Hon. Mr. Webster: Eight or nine years ago, the government shot someone’s dogs? Fortunately, I was not the Minister responsible at that time. Also, that has not happened since.

I am getting into a discussion on the policy of it, but the Member knows that when wolves are harassing animals on someone’s property, measures are taken at that time.

Mr. Brewster: In the study by the Department of Renewable Resources in 1981, 1982 and 1983, wolf predation accounted for 56 to 64 percent of the annual count of caribou. On page 36, the observation of pregnancy rate for 1980, 1981 and 1982 was 81, 78 and 81 percent. These caribou and the Aisihik caribou meet on Brook’s Arm, so they are much the same herd; they are split by a mountain, but they travel in much the same area. That is a study that cost us lots of money. Now we get a new study of the other bunch on the other side of Brook’s Arm. It goes on and on.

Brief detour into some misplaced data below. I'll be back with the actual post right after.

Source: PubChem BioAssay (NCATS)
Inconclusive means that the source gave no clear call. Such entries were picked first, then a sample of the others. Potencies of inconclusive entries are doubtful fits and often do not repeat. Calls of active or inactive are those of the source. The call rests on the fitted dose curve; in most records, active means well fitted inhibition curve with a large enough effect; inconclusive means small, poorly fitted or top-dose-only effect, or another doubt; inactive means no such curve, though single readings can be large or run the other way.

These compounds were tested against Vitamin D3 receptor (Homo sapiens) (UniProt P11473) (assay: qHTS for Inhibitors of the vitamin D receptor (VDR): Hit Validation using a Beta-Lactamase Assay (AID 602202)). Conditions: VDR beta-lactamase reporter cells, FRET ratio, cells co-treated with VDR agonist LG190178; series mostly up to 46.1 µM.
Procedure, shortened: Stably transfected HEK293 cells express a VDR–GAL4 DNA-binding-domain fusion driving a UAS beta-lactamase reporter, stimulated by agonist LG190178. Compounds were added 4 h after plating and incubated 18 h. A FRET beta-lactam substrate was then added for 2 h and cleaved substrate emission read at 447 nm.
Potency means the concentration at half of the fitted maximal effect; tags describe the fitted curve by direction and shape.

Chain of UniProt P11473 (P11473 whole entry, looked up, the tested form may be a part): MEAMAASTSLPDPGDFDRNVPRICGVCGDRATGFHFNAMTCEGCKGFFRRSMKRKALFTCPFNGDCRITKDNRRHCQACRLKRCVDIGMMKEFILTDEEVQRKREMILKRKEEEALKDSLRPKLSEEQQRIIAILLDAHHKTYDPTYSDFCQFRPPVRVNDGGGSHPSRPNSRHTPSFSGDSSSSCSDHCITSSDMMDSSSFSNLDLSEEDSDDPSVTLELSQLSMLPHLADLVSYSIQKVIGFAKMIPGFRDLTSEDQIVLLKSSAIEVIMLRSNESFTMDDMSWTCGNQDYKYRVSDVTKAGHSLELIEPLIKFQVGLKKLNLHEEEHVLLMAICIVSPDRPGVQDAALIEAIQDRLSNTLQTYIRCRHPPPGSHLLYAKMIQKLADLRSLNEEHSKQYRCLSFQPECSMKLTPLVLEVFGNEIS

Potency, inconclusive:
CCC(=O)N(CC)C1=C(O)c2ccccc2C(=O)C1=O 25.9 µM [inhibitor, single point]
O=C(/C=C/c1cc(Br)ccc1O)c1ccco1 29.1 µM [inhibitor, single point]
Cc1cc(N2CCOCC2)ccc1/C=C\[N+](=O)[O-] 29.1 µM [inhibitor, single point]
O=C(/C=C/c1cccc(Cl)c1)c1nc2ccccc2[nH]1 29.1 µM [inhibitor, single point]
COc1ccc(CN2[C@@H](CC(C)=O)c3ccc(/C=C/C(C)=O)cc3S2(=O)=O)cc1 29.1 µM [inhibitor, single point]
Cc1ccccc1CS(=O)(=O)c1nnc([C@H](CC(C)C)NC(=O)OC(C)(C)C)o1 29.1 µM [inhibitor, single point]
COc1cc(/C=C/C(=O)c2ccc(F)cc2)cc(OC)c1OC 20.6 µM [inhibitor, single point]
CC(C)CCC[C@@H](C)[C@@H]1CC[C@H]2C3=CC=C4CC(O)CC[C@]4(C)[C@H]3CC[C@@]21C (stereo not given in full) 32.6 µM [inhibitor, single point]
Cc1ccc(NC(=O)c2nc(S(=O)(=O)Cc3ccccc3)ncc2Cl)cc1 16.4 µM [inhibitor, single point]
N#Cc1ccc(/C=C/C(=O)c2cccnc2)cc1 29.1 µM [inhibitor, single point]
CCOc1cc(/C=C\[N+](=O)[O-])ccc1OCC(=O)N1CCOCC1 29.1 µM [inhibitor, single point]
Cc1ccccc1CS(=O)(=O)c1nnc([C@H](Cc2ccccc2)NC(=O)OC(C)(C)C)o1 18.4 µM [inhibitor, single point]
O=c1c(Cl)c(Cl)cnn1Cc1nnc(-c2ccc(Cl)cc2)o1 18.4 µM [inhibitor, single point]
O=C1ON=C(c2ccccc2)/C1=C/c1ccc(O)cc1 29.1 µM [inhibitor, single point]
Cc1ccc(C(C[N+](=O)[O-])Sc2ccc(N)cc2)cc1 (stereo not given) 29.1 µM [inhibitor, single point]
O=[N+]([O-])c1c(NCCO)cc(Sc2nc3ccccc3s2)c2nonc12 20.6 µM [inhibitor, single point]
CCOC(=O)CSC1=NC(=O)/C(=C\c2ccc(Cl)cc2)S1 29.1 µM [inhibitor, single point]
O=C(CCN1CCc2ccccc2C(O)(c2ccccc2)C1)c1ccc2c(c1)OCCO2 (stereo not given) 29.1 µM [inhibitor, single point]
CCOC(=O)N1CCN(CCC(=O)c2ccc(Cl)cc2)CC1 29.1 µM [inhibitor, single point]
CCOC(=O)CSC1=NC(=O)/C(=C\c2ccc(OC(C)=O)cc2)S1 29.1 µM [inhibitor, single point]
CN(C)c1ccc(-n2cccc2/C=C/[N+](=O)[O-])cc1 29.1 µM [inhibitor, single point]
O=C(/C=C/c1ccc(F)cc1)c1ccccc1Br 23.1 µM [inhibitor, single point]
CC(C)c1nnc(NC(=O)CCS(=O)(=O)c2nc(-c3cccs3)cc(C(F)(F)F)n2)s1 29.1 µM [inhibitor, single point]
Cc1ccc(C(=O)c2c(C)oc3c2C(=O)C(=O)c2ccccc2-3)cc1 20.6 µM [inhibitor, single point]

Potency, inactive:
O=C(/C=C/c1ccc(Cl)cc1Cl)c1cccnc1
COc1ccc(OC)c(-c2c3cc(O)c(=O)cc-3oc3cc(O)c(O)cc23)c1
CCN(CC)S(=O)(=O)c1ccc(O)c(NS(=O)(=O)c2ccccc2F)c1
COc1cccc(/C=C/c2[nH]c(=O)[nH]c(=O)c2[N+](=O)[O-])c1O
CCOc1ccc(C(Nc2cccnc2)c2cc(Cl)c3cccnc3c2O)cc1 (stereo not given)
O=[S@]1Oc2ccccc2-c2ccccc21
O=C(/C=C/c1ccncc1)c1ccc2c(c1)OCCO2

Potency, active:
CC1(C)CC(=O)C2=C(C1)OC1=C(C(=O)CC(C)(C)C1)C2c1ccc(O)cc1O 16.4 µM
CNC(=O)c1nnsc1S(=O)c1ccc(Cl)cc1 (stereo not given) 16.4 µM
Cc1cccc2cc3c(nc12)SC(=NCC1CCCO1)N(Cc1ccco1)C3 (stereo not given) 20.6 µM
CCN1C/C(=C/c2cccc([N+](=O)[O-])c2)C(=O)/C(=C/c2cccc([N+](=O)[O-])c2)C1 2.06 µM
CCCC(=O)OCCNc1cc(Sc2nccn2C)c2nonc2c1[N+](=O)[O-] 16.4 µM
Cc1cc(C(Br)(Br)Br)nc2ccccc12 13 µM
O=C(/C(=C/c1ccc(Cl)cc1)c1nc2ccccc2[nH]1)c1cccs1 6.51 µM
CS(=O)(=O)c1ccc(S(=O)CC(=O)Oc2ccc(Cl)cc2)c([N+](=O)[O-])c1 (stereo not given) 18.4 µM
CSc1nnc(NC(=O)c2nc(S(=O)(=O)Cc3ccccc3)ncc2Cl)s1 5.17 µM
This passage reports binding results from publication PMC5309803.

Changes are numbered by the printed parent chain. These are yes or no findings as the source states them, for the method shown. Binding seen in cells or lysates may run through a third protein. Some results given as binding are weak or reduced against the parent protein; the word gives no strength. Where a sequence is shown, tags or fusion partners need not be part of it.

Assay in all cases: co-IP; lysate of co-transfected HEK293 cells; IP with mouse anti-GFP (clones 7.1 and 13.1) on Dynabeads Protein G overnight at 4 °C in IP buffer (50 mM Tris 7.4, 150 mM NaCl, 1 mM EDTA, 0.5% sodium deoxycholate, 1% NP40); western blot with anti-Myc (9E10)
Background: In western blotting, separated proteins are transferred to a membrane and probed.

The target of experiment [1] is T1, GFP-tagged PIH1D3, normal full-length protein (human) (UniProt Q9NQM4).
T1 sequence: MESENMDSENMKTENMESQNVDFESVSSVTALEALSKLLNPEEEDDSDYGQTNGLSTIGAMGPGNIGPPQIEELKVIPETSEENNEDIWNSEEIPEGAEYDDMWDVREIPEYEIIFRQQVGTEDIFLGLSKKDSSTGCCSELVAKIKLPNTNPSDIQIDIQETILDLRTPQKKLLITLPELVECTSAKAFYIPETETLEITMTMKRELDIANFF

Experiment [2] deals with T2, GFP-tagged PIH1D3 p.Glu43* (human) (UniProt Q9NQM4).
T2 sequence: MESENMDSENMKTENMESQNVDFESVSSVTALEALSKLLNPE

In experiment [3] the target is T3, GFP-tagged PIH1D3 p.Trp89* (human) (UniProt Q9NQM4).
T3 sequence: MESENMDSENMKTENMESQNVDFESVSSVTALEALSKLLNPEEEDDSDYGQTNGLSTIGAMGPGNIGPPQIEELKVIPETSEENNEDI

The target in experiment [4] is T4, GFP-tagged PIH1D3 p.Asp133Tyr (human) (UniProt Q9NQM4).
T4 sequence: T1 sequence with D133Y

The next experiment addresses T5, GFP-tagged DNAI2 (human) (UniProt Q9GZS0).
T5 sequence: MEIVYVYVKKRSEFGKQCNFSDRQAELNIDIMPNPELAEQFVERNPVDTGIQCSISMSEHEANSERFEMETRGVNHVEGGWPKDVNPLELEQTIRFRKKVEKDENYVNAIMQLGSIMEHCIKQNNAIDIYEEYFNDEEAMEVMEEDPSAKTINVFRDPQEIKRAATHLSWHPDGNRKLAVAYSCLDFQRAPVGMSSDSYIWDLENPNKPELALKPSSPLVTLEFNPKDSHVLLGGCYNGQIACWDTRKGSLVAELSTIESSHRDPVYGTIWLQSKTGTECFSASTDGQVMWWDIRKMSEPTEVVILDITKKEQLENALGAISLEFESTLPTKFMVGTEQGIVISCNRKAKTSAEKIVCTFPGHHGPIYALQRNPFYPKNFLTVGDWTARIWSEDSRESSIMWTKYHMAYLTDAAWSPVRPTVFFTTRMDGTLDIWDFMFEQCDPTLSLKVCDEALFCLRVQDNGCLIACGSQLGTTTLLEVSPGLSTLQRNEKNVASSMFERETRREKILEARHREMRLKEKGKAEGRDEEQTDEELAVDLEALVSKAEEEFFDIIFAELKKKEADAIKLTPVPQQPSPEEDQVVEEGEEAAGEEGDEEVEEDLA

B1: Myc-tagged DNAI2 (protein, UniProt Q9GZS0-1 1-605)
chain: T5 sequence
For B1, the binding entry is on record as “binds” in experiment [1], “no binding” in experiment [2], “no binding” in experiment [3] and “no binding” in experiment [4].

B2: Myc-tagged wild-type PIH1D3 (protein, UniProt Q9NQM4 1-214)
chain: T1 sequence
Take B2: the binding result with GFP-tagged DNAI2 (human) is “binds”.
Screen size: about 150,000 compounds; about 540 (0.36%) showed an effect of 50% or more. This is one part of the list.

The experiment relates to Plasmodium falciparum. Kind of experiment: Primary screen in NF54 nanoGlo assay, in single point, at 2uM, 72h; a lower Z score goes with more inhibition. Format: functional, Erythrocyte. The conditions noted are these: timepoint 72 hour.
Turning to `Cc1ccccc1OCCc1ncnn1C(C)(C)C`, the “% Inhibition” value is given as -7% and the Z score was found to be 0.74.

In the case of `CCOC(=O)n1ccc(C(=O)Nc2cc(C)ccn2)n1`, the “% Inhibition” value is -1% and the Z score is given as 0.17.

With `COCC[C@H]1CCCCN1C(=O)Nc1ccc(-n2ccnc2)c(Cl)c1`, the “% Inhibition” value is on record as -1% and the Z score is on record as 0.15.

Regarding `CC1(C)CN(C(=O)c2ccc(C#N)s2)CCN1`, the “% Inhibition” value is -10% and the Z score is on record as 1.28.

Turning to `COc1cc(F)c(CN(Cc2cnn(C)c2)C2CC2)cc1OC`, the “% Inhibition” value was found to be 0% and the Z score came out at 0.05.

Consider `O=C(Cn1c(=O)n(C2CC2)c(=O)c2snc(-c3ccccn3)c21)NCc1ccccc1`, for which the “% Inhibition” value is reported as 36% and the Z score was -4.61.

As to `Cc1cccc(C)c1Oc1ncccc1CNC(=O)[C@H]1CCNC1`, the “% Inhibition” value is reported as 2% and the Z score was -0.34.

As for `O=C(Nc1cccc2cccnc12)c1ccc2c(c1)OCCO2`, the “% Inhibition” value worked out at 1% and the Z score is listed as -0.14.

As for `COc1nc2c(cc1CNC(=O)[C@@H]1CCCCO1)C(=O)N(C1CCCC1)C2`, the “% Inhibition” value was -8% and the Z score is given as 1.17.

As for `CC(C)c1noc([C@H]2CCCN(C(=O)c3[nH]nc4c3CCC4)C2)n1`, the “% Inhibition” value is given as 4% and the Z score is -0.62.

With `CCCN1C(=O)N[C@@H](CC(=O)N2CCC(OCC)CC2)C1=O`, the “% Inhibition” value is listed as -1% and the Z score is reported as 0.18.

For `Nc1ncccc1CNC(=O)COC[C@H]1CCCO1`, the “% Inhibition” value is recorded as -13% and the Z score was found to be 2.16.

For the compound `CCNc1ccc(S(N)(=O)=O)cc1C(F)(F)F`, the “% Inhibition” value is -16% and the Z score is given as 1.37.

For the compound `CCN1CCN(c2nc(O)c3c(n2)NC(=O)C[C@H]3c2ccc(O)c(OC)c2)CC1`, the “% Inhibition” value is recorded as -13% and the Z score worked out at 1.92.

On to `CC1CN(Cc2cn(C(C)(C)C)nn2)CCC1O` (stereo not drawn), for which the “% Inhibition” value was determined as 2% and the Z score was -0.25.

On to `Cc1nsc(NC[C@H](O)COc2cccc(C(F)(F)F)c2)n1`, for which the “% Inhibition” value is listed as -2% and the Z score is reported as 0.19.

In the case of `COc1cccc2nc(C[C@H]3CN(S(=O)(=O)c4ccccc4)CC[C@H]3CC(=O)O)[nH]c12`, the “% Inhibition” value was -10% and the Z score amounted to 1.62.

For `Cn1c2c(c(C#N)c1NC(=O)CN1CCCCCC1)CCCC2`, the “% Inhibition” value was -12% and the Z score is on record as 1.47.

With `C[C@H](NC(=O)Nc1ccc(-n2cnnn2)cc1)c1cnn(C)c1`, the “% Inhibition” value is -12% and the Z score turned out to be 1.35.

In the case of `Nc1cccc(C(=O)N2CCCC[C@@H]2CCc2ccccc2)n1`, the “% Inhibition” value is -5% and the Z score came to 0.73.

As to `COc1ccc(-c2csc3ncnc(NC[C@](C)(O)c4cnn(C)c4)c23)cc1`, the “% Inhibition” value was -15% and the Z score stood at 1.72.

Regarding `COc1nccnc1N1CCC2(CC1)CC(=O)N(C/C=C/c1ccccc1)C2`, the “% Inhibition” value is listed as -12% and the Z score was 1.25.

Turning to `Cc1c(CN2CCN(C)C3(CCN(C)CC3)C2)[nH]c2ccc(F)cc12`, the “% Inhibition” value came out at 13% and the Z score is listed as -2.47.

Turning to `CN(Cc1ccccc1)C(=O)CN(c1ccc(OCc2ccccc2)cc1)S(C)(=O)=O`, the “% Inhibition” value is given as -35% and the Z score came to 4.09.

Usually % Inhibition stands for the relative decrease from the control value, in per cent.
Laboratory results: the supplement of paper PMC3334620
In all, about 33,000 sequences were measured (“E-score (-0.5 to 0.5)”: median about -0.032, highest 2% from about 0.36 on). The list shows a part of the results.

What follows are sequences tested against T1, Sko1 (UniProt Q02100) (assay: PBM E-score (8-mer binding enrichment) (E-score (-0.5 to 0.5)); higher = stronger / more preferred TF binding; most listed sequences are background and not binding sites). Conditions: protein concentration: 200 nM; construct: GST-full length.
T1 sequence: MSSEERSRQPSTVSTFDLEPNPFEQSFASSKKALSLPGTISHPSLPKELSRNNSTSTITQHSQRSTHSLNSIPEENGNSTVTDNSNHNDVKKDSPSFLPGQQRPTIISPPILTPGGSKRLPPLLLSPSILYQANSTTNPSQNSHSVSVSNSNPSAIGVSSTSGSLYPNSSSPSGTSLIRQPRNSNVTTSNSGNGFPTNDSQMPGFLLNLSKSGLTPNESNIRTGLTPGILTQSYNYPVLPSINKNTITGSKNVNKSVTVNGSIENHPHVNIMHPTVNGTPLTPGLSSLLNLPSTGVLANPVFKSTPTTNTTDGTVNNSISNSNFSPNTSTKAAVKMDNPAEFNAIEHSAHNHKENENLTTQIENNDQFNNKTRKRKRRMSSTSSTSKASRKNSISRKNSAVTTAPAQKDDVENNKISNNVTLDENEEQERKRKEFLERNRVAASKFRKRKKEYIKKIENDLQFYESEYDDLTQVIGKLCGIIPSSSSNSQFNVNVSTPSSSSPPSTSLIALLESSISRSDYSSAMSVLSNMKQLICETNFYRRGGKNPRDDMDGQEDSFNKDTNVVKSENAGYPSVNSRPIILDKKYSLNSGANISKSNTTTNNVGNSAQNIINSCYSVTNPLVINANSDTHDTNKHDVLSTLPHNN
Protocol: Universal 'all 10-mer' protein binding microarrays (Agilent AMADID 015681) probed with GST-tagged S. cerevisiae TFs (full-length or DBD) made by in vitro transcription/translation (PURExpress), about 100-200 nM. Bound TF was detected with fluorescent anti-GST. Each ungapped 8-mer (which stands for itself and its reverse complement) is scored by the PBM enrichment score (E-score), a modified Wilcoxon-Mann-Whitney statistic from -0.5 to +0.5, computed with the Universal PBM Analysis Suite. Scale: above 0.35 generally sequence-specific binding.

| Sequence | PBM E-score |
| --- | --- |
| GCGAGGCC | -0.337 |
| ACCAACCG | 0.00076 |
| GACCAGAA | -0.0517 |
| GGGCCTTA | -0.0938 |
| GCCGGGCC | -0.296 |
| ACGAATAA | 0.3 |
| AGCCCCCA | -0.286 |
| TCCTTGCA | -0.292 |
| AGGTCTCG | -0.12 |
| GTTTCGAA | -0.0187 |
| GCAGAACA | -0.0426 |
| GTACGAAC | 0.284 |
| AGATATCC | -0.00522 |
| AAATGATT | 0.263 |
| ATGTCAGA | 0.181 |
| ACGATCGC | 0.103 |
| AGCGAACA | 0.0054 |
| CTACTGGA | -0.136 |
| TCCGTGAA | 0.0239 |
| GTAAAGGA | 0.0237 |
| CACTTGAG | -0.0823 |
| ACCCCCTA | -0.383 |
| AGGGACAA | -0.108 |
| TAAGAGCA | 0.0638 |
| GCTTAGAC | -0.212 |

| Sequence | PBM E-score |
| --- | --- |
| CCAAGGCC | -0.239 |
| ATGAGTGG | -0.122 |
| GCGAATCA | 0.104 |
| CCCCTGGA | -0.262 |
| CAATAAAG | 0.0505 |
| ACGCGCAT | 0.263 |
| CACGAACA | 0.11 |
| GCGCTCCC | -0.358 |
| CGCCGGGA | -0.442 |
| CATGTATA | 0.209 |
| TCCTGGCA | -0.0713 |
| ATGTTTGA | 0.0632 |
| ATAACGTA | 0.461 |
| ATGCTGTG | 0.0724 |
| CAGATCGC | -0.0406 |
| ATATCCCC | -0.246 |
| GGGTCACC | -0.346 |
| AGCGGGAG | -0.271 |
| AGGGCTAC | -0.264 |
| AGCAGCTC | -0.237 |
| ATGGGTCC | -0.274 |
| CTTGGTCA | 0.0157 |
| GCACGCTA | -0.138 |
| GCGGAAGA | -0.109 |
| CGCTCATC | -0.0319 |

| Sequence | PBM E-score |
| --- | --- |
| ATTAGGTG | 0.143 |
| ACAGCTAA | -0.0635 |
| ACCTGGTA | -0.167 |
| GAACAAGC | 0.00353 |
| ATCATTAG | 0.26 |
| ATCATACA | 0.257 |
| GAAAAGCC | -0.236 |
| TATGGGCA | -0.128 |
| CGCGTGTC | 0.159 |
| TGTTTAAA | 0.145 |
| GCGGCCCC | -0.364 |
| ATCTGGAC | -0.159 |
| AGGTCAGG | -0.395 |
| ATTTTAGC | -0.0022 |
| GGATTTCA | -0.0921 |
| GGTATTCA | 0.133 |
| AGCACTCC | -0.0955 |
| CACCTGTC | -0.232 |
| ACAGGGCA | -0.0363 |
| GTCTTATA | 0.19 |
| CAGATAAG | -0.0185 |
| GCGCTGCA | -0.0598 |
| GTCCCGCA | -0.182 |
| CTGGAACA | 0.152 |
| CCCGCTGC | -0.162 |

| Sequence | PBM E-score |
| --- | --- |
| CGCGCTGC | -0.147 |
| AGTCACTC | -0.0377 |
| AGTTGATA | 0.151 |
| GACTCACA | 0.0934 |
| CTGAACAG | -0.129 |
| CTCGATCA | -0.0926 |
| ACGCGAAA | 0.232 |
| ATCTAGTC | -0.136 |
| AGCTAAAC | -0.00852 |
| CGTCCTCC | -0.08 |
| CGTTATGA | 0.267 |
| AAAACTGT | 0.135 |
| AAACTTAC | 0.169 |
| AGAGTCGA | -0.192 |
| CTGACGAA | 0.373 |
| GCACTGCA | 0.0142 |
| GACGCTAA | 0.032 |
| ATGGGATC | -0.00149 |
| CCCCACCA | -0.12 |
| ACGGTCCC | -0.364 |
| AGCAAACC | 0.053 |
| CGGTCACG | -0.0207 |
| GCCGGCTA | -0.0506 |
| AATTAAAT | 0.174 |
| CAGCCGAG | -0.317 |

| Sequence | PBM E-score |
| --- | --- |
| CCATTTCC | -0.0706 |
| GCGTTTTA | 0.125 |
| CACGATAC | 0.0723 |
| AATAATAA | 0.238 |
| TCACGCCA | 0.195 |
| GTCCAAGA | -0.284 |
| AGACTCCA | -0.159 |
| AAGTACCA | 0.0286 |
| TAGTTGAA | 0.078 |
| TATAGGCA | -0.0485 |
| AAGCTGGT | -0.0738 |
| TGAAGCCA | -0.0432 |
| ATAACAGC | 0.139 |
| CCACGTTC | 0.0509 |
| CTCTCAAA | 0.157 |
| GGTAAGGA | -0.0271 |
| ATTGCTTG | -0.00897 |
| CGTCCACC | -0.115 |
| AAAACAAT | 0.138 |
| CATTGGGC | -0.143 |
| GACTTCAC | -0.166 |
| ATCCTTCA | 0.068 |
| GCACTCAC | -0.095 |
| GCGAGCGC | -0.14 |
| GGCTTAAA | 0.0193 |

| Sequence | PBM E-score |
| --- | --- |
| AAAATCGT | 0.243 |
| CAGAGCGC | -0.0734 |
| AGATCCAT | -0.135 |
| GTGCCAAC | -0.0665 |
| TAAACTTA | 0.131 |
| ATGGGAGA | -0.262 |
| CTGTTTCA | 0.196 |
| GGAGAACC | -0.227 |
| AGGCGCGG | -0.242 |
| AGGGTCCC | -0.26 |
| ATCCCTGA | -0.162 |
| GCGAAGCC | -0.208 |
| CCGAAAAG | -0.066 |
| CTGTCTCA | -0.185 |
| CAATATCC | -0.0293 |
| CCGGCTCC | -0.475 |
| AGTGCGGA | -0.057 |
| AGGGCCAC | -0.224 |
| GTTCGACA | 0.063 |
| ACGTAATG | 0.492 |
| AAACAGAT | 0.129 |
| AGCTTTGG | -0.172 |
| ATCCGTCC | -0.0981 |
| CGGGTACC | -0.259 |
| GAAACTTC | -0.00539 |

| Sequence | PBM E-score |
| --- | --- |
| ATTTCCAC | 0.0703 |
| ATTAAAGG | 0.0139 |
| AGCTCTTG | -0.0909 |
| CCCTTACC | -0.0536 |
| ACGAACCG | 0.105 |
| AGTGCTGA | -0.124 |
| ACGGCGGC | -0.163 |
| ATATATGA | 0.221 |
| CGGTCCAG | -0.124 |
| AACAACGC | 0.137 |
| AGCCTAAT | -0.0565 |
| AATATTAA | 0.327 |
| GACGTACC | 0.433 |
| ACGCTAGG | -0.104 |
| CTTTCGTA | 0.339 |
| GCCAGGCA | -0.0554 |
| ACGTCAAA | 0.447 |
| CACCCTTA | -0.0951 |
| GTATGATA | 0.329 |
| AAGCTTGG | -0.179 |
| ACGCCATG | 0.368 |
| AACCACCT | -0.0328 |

I will now go on to this report. I hope that two Ministers listen. This is a very good report. There is only one thing I object to. I put it on a motion, trying to get it in here, but with the House being so disrupted this year, I never got it in. I am going to try it this way. I will explain what I want and maybe the good faith of the Ministers, seeing that it is around Christmas, will help them take a serious look at this and maybe put this through and help the farmers. It is not a great deal.

In the first place, I think the policy is good, but I can tell you about a few problems. The lands branch does everything to obstruct farmers, which the agricultural branch does not do. All the problems farmers talk to me about originate in the lands branch. What I am asking is that, instead of five years here, we make it seven. Let me explain this before you all get excited.

Actually there is May, June, July, August, September and October when you can farm. You are lucky if you can farm during the entire month of May and the entire month of October. There are 60 months in five years. I will allow you another two months to clear the brush in the winter and that is giving you a lot, because with 65 hectares you can clear it much faster than that. Out of five years or 60 months you are farming for 32 months.